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Thursday, August 11, 2005 

Americans Teaching Italian Cooking...in Tuscany

Americans have cornered Tuscan teaching market

FLORENCE, Italy -- When tourists think of cooking classes in Tuscany, they likely imagine hovering over a chopping board or ancient stove with a pleasantly plump older signora, one who'll divulge generations of culinary secrets in gently accented English over a steaming bowl of rigatoni or zuppa di fagioli. But the reality might be much different.

It might sound like heresy, but native Italians don't have the market cornered on teaching traditional Tuscan cooking. These days, some of the best hail from places like California, New York -- and even Wyoming. These pros prove that Italian chefs can be made, rather than merely born.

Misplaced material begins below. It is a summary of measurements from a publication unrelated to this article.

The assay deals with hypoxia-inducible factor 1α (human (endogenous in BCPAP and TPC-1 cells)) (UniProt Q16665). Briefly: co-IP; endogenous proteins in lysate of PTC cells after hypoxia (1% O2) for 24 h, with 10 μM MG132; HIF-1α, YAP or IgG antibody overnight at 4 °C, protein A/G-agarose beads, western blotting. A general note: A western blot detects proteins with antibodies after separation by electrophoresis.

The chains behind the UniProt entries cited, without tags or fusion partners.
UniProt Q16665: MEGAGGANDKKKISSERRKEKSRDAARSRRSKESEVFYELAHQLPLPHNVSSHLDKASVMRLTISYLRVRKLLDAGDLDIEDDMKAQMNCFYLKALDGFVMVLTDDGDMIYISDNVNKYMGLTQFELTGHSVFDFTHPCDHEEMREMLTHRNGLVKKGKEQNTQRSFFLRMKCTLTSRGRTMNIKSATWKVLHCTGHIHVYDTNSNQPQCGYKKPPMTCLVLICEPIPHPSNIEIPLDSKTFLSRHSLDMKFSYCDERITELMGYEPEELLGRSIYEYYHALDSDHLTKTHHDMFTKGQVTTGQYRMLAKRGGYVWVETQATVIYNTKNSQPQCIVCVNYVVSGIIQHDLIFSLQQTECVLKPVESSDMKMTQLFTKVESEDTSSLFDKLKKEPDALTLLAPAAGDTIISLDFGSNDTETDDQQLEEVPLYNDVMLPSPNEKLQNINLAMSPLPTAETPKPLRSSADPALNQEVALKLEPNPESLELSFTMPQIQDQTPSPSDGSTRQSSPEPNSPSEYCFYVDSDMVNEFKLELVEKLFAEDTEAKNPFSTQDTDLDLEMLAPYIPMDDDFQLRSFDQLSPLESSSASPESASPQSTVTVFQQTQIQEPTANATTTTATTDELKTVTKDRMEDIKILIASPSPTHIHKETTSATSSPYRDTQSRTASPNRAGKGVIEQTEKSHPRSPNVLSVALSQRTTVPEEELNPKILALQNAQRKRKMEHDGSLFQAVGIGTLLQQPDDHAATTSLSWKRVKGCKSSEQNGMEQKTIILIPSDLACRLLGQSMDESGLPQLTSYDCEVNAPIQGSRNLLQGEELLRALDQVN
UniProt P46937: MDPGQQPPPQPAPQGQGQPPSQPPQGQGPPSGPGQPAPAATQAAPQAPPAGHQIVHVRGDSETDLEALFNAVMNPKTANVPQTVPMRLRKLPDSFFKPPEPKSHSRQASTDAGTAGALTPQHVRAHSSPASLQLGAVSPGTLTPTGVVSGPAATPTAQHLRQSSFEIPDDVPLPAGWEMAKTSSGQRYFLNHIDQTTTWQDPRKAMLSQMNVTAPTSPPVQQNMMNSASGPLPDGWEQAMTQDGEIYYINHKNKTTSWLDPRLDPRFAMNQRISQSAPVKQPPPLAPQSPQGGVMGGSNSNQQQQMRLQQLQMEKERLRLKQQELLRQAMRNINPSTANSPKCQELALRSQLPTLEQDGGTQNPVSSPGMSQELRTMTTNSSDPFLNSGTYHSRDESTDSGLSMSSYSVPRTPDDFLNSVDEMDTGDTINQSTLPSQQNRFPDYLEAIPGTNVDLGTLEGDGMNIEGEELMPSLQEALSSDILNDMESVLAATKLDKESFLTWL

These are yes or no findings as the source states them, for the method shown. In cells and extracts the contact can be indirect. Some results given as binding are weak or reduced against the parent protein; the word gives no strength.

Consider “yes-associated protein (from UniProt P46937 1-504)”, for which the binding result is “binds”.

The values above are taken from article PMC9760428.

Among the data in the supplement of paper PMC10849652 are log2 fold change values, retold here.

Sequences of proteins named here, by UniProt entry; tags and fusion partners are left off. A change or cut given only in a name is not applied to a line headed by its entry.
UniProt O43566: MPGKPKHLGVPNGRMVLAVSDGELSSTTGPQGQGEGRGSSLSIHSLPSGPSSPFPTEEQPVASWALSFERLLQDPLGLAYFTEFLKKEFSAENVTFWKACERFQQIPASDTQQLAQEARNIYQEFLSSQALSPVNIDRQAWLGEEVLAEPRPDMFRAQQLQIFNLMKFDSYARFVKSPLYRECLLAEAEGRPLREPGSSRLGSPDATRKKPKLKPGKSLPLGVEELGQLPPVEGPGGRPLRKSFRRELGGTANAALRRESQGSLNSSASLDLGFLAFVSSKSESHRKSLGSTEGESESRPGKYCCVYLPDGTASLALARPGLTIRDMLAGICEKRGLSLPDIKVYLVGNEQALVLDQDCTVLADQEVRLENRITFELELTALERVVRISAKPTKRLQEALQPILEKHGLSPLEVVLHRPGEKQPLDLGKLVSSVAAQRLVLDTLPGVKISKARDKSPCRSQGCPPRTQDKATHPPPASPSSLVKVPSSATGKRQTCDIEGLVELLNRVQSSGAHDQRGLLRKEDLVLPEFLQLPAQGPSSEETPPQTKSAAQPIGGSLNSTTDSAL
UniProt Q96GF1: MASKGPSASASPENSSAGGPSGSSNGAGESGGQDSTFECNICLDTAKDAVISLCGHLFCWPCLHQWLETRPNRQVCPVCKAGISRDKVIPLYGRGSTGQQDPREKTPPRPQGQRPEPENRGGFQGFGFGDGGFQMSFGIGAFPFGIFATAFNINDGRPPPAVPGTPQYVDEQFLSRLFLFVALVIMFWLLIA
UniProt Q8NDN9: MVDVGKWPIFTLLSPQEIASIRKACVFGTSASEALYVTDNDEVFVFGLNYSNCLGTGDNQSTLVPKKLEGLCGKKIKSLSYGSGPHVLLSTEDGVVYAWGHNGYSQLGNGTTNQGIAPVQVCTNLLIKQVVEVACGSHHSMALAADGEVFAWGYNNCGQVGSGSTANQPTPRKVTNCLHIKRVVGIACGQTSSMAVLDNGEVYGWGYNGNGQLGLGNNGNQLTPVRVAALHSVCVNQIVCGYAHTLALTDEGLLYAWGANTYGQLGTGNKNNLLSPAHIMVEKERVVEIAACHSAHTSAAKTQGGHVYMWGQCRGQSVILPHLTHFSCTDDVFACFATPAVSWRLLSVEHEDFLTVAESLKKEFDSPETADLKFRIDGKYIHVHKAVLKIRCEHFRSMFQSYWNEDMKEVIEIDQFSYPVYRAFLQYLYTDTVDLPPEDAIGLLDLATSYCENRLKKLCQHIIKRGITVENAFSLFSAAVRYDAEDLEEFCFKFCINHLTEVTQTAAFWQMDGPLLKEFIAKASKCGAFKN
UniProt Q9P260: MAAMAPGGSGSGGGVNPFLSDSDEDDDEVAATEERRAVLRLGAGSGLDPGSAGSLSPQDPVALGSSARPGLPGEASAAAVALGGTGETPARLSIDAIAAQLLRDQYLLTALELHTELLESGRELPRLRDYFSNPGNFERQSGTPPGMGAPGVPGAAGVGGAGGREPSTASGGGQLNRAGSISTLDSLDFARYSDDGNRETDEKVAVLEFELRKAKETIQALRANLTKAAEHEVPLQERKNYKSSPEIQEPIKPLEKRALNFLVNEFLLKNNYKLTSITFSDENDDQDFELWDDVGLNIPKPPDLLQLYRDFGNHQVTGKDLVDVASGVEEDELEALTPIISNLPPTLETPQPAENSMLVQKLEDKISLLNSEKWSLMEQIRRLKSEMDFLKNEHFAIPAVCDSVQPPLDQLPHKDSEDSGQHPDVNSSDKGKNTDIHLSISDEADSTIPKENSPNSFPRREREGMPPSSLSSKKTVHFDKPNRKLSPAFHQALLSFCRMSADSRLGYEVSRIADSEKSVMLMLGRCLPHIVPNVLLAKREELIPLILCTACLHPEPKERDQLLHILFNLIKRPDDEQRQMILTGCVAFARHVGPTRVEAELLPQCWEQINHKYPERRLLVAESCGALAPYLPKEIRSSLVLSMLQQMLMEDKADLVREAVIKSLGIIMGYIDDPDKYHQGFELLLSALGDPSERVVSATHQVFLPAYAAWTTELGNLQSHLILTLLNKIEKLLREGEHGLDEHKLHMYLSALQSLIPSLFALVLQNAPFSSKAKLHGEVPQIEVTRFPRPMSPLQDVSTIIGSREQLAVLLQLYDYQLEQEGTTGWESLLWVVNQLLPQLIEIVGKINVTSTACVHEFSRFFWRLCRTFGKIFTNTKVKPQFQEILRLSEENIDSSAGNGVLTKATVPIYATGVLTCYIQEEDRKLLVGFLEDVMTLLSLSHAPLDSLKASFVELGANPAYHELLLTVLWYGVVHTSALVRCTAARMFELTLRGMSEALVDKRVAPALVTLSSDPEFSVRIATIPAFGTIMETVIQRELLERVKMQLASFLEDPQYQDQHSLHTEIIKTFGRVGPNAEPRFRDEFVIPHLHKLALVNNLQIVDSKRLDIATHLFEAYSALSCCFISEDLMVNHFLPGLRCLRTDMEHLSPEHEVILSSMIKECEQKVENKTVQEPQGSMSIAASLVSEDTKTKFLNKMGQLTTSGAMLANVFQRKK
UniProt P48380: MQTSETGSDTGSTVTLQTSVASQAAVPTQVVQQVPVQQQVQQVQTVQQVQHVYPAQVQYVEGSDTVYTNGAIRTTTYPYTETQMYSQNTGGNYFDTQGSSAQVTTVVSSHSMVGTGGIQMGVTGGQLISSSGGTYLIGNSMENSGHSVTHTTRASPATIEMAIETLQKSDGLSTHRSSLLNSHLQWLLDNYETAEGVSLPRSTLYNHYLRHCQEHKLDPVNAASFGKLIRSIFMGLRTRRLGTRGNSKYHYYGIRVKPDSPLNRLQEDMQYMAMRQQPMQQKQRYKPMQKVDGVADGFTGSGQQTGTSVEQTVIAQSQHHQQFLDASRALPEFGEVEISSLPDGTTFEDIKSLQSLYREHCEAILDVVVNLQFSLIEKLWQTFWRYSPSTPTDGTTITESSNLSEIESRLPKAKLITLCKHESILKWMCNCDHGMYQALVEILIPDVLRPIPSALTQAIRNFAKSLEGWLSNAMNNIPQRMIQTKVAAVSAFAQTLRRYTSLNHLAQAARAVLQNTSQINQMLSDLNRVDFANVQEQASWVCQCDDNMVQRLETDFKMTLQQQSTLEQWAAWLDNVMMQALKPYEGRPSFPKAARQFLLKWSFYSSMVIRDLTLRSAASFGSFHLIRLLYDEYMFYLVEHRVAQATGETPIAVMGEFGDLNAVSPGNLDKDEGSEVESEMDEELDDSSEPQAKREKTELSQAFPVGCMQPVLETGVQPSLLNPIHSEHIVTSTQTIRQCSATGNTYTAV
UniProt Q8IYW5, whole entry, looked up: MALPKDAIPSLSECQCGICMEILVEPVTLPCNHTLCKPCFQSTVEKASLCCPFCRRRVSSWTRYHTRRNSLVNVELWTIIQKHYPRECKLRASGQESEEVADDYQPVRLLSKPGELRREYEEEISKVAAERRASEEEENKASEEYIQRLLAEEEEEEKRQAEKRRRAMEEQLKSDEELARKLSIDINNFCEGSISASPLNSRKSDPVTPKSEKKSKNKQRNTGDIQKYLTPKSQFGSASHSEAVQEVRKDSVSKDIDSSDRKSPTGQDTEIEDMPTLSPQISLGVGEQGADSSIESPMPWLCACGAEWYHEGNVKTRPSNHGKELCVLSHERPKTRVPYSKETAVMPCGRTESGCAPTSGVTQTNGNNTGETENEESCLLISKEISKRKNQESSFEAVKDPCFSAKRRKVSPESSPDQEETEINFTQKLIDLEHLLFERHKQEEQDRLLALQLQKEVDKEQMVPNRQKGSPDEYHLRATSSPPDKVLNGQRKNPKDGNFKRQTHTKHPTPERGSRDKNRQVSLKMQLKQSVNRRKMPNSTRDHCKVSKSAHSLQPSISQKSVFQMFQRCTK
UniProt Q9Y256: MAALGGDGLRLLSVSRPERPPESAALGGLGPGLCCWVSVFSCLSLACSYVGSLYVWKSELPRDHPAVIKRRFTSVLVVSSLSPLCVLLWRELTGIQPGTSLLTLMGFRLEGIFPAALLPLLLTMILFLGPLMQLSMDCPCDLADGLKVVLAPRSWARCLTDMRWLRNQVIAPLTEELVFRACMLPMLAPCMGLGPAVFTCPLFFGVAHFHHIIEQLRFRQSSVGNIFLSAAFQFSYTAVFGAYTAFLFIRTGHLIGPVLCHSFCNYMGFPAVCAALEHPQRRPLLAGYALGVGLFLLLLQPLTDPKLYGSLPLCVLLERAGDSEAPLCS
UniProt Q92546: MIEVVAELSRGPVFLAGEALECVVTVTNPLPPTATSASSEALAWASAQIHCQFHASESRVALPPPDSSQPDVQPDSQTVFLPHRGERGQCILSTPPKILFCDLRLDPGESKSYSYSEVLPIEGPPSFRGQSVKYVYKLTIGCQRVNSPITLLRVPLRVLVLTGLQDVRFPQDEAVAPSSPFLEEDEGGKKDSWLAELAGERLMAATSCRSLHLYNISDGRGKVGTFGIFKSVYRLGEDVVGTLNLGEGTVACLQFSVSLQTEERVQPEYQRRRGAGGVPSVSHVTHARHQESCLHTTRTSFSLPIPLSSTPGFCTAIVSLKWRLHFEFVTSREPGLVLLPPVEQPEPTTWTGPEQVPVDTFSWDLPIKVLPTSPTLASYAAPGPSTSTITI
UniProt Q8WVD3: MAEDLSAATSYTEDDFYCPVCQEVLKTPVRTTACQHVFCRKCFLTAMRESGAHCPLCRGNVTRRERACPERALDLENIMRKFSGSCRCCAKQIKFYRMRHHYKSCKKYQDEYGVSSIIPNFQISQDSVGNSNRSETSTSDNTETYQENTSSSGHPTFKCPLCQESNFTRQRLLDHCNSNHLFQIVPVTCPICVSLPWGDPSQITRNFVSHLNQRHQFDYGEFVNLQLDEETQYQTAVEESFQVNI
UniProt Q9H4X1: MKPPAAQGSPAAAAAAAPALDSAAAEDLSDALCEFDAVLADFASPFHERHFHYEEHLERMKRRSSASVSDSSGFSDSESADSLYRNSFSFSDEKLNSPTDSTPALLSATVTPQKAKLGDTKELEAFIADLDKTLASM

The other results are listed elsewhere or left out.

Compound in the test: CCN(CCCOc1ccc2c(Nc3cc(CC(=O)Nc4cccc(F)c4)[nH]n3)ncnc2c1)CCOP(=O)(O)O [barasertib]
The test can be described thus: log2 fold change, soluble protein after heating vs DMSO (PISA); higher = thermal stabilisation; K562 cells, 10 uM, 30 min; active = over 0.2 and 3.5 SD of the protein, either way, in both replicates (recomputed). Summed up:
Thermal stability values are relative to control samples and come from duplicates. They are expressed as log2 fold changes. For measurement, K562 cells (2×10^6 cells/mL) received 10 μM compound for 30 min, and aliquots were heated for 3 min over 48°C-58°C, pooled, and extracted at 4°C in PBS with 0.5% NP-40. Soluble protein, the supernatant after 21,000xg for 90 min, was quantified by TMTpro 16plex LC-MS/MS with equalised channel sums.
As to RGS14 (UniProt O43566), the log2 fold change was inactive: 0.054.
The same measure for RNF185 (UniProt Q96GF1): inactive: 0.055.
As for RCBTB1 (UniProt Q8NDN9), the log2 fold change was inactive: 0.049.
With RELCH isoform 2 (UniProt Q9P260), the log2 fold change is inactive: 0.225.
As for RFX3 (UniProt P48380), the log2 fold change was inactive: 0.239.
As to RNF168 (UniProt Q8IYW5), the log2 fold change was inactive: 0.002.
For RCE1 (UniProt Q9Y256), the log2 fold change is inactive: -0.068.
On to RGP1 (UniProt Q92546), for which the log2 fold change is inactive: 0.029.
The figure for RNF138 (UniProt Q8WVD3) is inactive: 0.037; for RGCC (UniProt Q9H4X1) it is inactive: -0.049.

Explains cookbook author and instructor Faith Willinger, who put down roots in Italy more than 30 years ago and since then has created a cooking class program at the popular Tenuta di Capezzana wine estate and headed culinary programs at the famed Cipriani Hotel in Venice: "This is all stuff I had to learn. It's not that I grew up with it; it's not natural to me. If you have to learn it, you're in a better position to instruct people on it."